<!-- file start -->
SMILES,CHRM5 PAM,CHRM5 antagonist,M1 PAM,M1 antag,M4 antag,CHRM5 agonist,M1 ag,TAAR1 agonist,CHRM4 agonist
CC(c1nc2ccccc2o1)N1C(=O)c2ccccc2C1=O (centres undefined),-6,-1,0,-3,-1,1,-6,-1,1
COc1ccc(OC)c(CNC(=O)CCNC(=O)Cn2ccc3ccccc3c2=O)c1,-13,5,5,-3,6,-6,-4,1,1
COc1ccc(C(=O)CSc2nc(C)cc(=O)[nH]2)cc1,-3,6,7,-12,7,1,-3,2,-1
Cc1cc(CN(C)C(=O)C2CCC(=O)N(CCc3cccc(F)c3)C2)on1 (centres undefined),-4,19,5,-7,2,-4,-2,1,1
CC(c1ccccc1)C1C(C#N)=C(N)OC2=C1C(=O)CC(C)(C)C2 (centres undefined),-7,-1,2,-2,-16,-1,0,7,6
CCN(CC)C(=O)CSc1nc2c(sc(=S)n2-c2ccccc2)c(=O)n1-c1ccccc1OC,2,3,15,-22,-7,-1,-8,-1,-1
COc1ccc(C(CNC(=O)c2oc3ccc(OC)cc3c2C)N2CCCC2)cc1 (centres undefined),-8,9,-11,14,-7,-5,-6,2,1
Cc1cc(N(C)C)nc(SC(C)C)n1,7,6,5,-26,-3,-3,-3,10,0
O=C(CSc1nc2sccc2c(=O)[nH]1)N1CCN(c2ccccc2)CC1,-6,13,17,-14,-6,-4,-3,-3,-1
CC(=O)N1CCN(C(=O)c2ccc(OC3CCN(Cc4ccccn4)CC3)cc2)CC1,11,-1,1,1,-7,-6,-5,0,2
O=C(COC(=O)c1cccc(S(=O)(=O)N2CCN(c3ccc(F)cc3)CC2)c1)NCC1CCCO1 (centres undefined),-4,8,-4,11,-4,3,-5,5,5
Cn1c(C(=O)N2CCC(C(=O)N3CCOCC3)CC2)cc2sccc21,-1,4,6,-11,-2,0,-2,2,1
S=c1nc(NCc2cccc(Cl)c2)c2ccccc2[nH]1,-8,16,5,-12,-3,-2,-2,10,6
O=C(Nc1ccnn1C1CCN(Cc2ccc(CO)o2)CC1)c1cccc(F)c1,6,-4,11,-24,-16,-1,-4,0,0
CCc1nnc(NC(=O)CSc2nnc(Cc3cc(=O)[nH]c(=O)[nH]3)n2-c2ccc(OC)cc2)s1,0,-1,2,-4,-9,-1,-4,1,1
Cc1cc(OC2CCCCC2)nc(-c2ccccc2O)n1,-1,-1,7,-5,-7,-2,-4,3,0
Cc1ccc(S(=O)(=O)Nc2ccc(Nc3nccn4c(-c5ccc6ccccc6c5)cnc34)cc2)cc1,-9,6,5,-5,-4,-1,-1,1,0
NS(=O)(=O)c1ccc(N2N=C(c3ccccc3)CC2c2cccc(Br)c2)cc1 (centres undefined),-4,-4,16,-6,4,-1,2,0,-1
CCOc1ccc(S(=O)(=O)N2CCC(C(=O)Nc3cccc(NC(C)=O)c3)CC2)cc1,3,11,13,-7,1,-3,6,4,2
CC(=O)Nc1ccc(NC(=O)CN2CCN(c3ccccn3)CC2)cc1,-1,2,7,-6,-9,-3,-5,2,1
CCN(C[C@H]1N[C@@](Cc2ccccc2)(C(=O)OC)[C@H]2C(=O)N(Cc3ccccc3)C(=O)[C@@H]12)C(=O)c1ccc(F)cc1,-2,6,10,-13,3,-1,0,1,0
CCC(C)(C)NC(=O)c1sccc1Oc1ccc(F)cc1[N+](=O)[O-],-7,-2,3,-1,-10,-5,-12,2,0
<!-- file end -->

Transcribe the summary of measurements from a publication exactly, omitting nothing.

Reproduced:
SMILES,CHRM5 PAM,CHRM5 antagonist,M1 PAM,M1 antag,M4 antag,CHRM5 agonist,M1 ag,TAAR1 agonist,CHRM4 agonist
CC(c1nc2ccccc2o1)N1C(=O)c2ccccc2C1=O (centres undefined),-6,-1,0,-3,-1,1,-6,-1,1
COc1ccc(OC)c(CNC(=O)CCNC(=O)Cn2ccc3ccccc3c2=O)c1,-13,5,5,-3,6,-6,-4,1,1
COc1ccc(C(=O)CSc2nc(C)cc(=O)[nH]2)cc1,-3,6,7,-12,7,1,-3,2,-1
Cc1cc(CN(C)C(=O)C2CCC(=O)N(CCc3cccc(F)c3)C2)on1 (centres undefined),-4,19,5,-7,2,-4,-2,1,1
CC(c1ccccc1)C1C(C#N)=C(N)OC2=C1C(=O)CC(C)(C)C2 (centres undefined),-7,-1,2,-2,-16,-1,0,7,6
CCN(CC)C(=O)CSc1nc2c(sc(=S)n2-c2ccccc2)c(=O)n1-c1ccccc1OC,2,3,15,-22,-7,-1,-8,-1,-1
COc1ccc(C(CNC(=O)c2oc3ccc(OC)cc3c2C)N2CCCC2)cc1 (centres undefined),-8,9,-11,14,-7,-5,-6,2,1
Cc1cc(N(C)C)nc(SC(C)C)n1,7,6,5,-26,-3,-3,-3,10,0
O=C(CSc1nc2sccc2c(=O)[nH]1)N1CCN(c2ccccc2)CC1,-6,13,17,-14,-6,-4,-3,-3,-1
CC(=O)N1CCN(C(=O)c2ccc(OC3CCN(Cc4ccccn4)CC3)cc2)CC1,11,-1,1,1,-7,-6,-5,0,2
O=C(COC(=O)c1cccc(S(=O)(=O)N2CCN(c3ccc(F)cc3)CC2)c1)NCC1CCCO1 (centres undefined),-4,8,-4,11,-4,3,-5,5,5
Cn1c(C(=O)N2CCC(C(=O)N3CCOCC3)CC2)cc2sccc21,-1,4,6,-11,-2,0,-2,2,1
S=c1nc(NCc2cccc(Cl)c2)c2ccccc2[nH]1,-8,16,5,-12,-3,-2,-2,10,6
O=C(Nc1ccnn1C1CCN(Cc2ccc(CO)o2)CC1)c1cccc(F)c1,6,-4,11,-24,-16,-1,-4,0,0
CCc1nnc(NC(=O)CSc2nnc(Cc3cc(=O)[nH]c(=O)[nH]3)n2-c2ccc(OC)cc2)s1,0,-1,2,-4,-9,-1,-4,1,1
Cc1cc(OC2CCCCC2)nc(-c2ccccc2O)n1,-1,-1,7,-5,-7,-2,-4,3,0
Cc1ccc(S(=O)(=O)Nc2ccc(Nc3nccn4c(-c5ccc6ccccc6c5)cnc34)cc2)cc1,-9,6,5,-5,-4,-1,-1,1,0
NS(=O)(=O)c1ccc(N2N=C(c3ccccc3)CC2c2cccc(Br)c2)cc1 (centres undefined),-4,-4,16,-6,4,-1,2,0,-1
CCOc1ccc(S(=O)(=O)N2CCC(C(=O)Nc3cccc(NC(C)=O)c3)CC2)cc1,3,11,13,-7,1,-3,6,4,2
CC(=O)Nc1ccc(NC(=O)CN2CCN(c3ccccn3)CC2)cc1,-1,2,7,-6,-9,-3,-5,2,1
CCN(C[C@H]1N[C@@](Cc2ccccc2)(C(=O)OC)[C@H]2C(=O)N(Cc3ccccc3)C(=O)[C@@H]12)C(=O)c1ccc(F)cc1,-2,6,10,-13,3,-1,0,1,0
CCC(C)(C)NC(=O)c1sccc1Oc1ccc(F)cc1[N+](=O)[O-],-7,-2,3,-1,-10,-5,-12,2,0